Sleep Tips To Cope With The Time Change
Do you wake up rested, refreshed and ready to seize the day? If you are a “morning person” your body most likely recharged while you slept. For “night owls” and for those who have difficulty getting seven hours or more of sleep, mornings can be difficult.
Lack of sleep can lead to anger. According to a recent Iowa State University study, “Losing just a couple hours of sleep at night makes you angrier, especially in frustrating situations.”
Spring forward on March 10th will steal an hour from our morning for the daylight saving time adjustment. We reset our clocks, but what can we do for our own health and sanity?
The time change can lead to loss of sleep causing stress and irritability. Our bodies need sleep as much as we need food to survive. Balancing our active lifestyle with the sun cycle is difficult, especially with all the digital electronics we use today.
The sleep tips from The Better Sleep Council advises relaxing two hours before bedtime refraining from late night exercise, food, and drink for a more restful night. Restonic Blog* has numerous recommendations for successful sleep on a new mattress. Adapting to the new hours of daylight may take time as does recuperating from jet-lag.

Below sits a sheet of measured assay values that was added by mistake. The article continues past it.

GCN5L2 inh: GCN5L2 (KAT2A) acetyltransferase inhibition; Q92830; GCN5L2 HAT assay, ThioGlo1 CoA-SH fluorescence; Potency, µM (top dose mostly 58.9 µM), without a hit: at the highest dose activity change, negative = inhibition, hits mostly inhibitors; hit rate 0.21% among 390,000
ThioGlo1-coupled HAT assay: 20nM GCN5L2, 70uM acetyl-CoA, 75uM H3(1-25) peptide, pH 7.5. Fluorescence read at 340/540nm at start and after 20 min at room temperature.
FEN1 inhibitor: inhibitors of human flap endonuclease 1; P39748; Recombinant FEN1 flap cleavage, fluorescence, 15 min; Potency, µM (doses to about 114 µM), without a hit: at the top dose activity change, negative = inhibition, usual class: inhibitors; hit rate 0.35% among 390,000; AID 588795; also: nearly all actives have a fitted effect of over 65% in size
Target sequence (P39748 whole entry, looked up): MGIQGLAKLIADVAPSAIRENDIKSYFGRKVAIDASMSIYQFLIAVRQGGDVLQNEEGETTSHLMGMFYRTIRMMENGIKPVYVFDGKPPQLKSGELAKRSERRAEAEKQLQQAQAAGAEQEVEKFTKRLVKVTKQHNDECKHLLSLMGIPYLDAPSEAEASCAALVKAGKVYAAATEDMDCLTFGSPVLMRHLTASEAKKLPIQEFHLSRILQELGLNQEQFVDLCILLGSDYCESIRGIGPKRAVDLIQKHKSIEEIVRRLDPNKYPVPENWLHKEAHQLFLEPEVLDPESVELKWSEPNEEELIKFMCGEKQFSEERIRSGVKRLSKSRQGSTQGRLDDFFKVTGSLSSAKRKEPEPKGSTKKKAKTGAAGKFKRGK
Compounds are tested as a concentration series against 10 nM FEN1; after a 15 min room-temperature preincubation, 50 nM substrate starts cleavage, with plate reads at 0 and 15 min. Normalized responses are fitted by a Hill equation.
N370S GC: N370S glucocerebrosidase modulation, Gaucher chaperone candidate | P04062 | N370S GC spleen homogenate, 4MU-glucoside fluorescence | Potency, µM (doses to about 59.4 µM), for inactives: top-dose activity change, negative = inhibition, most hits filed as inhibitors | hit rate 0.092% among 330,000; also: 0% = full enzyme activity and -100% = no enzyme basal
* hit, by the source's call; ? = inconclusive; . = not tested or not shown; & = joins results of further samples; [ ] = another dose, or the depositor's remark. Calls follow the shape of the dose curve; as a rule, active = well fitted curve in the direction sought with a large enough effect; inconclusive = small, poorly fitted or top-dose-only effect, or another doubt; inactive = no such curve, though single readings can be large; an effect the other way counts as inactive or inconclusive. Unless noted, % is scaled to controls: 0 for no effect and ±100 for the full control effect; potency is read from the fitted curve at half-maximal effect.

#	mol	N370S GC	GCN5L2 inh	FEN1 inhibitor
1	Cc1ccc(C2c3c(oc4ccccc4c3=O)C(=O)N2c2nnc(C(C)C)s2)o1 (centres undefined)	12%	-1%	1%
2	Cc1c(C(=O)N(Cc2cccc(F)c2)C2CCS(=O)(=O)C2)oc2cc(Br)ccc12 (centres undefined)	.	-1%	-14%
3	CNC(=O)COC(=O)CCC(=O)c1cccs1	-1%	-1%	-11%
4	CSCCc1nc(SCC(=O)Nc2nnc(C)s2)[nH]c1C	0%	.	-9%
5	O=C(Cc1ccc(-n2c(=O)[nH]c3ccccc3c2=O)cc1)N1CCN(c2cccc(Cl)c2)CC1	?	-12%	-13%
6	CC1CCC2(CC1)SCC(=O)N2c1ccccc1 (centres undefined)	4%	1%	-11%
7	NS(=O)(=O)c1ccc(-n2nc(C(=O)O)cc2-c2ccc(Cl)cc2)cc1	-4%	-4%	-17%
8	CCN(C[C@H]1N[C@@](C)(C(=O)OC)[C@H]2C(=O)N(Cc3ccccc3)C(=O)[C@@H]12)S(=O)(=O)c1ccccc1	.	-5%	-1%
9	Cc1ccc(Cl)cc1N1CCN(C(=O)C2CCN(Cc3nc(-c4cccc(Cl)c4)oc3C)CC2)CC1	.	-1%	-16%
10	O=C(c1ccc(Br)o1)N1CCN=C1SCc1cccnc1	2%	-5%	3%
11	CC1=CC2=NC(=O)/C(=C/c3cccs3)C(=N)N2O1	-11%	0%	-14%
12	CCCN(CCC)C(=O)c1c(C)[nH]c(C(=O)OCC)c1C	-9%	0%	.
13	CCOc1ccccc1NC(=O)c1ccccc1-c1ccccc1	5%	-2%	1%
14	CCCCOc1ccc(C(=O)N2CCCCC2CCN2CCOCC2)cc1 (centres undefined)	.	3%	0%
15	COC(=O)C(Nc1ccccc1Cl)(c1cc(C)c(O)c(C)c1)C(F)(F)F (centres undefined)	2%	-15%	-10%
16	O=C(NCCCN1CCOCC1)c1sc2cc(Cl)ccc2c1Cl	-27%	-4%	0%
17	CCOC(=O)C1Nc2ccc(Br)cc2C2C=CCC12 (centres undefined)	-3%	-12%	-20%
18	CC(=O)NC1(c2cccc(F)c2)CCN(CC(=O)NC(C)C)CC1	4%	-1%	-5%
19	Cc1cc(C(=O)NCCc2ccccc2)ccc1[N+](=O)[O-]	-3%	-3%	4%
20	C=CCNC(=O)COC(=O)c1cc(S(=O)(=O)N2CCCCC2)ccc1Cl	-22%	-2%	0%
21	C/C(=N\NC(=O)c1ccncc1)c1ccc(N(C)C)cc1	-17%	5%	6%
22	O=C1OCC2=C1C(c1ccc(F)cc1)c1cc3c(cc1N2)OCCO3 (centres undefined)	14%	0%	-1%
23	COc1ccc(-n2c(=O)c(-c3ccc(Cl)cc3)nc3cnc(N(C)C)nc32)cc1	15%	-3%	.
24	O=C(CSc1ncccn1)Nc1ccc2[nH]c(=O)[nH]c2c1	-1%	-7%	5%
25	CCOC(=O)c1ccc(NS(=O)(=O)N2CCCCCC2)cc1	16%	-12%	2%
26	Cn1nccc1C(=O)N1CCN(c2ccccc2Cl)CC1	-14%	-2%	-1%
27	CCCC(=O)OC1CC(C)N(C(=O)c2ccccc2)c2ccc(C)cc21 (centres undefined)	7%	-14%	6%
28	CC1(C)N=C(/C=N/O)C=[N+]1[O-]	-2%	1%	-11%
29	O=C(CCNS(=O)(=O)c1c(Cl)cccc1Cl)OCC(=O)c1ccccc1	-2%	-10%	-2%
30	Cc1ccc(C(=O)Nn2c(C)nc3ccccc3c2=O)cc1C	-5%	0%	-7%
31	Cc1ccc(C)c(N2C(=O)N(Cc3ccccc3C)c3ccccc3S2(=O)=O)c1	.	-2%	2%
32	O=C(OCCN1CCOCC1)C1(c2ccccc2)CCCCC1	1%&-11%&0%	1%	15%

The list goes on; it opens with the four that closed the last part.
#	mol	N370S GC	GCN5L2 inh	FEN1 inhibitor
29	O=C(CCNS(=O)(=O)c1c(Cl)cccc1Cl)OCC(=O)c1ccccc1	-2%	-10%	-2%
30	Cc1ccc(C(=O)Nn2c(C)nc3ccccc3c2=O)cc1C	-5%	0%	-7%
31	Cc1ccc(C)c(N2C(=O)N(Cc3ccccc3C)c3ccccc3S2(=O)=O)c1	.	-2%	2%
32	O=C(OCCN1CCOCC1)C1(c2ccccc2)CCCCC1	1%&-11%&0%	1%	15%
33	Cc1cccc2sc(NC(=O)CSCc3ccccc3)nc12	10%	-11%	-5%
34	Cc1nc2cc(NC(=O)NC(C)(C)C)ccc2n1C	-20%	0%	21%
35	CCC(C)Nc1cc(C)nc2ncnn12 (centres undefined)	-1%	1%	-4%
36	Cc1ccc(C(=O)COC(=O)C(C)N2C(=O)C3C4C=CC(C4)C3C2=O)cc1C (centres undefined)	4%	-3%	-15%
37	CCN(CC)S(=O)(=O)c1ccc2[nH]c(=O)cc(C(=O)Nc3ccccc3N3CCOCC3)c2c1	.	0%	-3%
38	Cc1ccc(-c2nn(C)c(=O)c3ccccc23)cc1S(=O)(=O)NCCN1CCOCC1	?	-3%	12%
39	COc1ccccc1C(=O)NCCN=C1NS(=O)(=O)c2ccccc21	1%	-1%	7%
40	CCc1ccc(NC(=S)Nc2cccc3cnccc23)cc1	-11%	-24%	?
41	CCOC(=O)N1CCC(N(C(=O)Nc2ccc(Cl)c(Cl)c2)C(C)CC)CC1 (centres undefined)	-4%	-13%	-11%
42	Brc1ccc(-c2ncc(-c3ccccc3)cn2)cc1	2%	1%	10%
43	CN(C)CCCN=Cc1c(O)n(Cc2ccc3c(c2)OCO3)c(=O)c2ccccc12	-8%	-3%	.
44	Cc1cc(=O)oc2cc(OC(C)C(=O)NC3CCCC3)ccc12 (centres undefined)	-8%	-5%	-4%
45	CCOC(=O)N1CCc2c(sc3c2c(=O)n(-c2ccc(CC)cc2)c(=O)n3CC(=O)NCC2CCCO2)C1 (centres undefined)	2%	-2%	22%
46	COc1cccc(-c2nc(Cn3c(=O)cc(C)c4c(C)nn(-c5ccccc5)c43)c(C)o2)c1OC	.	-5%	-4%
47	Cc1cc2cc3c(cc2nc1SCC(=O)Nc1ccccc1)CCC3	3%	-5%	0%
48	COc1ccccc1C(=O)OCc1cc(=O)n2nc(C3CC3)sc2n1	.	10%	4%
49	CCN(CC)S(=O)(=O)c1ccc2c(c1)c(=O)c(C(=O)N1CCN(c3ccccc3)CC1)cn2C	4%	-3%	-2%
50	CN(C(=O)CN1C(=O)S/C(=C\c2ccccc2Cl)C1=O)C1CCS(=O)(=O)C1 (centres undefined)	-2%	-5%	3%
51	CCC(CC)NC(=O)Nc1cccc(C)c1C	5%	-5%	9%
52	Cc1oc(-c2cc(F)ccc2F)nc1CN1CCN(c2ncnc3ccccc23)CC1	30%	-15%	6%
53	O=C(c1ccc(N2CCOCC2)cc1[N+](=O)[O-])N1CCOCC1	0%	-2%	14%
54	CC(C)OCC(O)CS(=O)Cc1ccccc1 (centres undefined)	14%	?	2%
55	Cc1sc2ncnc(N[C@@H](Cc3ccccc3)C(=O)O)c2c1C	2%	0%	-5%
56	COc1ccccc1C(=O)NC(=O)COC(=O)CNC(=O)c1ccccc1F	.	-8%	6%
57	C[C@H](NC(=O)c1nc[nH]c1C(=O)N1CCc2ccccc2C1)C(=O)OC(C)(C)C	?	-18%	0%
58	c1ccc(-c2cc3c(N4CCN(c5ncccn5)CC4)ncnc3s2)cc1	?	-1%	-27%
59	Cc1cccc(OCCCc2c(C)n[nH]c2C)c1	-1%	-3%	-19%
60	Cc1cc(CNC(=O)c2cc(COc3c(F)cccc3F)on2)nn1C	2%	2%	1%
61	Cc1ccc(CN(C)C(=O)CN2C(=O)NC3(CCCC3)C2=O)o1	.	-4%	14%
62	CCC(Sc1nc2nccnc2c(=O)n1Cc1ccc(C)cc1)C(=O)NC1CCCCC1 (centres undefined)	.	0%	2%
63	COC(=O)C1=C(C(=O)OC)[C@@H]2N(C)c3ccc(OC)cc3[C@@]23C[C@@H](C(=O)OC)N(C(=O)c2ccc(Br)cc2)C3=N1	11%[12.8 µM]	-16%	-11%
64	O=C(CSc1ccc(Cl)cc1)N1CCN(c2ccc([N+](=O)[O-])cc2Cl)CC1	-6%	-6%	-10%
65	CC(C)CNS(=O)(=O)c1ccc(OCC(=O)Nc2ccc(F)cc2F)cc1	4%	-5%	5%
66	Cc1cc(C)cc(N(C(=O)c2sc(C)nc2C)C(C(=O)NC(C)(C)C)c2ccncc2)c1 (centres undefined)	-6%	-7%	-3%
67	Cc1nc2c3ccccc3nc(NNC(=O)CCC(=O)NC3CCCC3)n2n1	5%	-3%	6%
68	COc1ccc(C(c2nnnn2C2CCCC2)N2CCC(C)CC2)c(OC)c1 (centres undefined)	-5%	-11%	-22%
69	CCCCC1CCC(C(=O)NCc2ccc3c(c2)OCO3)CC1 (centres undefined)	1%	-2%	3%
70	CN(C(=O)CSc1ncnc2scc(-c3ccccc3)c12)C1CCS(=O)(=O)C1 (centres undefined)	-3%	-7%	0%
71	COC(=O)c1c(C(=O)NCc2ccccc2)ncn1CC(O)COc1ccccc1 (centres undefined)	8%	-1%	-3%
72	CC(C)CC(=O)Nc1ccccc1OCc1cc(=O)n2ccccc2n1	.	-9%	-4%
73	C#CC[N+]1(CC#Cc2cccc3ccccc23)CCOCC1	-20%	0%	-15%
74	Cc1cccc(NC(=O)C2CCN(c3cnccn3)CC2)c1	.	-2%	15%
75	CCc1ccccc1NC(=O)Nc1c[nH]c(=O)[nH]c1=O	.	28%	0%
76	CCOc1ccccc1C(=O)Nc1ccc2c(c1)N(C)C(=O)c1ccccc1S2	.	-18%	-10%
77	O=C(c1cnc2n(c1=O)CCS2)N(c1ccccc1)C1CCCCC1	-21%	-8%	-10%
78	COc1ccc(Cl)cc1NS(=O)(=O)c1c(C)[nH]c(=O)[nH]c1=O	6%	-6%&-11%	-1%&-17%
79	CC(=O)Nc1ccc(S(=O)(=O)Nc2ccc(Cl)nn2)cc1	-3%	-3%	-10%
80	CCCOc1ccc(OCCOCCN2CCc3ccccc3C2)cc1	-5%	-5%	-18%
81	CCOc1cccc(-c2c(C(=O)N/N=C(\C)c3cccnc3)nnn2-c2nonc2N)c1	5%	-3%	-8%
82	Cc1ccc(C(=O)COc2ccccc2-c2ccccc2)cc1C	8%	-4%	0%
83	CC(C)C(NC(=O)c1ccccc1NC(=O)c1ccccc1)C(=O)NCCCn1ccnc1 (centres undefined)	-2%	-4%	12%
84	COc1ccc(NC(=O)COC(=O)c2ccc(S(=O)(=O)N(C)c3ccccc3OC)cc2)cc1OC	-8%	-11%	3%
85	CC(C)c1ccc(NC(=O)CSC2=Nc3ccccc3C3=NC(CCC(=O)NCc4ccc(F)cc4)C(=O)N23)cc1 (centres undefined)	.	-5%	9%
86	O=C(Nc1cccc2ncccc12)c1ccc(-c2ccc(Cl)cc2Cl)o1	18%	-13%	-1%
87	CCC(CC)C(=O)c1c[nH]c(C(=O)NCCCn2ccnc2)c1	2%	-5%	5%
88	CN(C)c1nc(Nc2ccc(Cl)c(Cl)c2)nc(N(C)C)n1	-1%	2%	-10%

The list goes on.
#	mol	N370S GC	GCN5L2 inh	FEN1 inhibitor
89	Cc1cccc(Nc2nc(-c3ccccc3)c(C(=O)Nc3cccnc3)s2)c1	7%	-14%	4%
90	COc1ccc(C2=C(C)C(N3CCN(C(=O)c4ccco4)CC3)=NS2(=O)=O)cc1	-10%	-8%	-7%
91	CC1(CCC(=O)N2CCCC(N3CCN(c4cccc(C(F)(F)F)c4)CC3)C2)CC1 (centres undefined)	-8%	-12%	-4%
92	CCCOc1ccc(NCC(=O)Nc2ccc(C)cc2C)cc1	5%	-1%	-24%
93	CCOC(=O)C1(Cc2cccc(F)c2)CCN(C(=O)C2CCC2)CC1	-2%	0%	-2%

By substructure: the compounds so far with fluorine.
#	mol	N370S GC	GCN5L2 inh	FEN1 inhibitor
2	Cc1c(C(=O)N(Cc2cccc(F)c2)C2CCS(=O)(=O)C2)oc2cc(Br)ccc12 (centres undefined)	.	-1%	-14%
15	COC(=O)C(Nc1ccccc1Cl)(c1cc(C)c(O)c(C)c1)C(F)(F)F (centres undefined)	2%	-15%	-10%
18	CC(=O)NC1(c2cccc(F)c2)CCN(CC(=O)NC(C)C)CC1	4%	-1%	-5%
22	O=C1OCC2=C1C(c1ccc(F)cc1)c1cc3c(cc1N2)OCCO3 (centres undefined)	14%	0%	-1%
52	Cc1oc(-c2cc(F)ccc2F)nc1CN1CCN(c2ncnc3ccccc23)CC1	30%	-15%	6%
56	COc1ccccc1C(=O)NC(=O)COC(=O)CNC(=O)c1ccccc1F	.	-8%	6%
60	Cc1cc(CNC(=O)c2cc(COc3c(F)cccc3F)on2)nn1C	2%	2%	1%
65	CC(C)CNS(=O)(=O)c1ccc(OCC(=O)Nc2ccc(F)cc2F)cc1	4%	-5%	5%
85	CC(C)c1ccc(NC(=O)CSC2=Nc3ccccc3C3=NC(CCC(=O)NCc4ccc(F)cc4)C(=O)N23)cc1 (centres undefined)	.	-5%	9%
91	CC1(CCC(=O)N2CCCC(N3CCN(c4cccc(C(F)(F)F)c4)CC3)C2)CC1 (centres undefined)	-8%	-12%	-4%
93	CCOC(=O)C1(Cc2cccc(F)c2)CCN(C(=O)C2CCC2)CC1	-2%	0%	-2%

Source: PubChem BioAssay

Understand the important of sleep will help us all make it a life priority. A recent National Geographic article* explains the stages of sleep. Michael Finkel writes about the purpose of each stage and what is necessary to have a good night sleep. Over 80,000 adult Americans are chronically sleep deprived.
Learning that sleep can influence the changes of having dementia and Alzheimer’s woke me up to prioritize sleep. Like many other adults I am a night owl that often gets less than 7 hours of sleep in the night, exercise late in the day, drink coffee and also eat late yet sleep very soundly on my Restonic mattress. Perhaps I can modify my behavior and become a refreshed morning person with a better, longer nights rest.
*Restonic Blog: Time Change Sleep Tips
*National Geographic: Sleep Science: in the Era of screens Sleep is crucial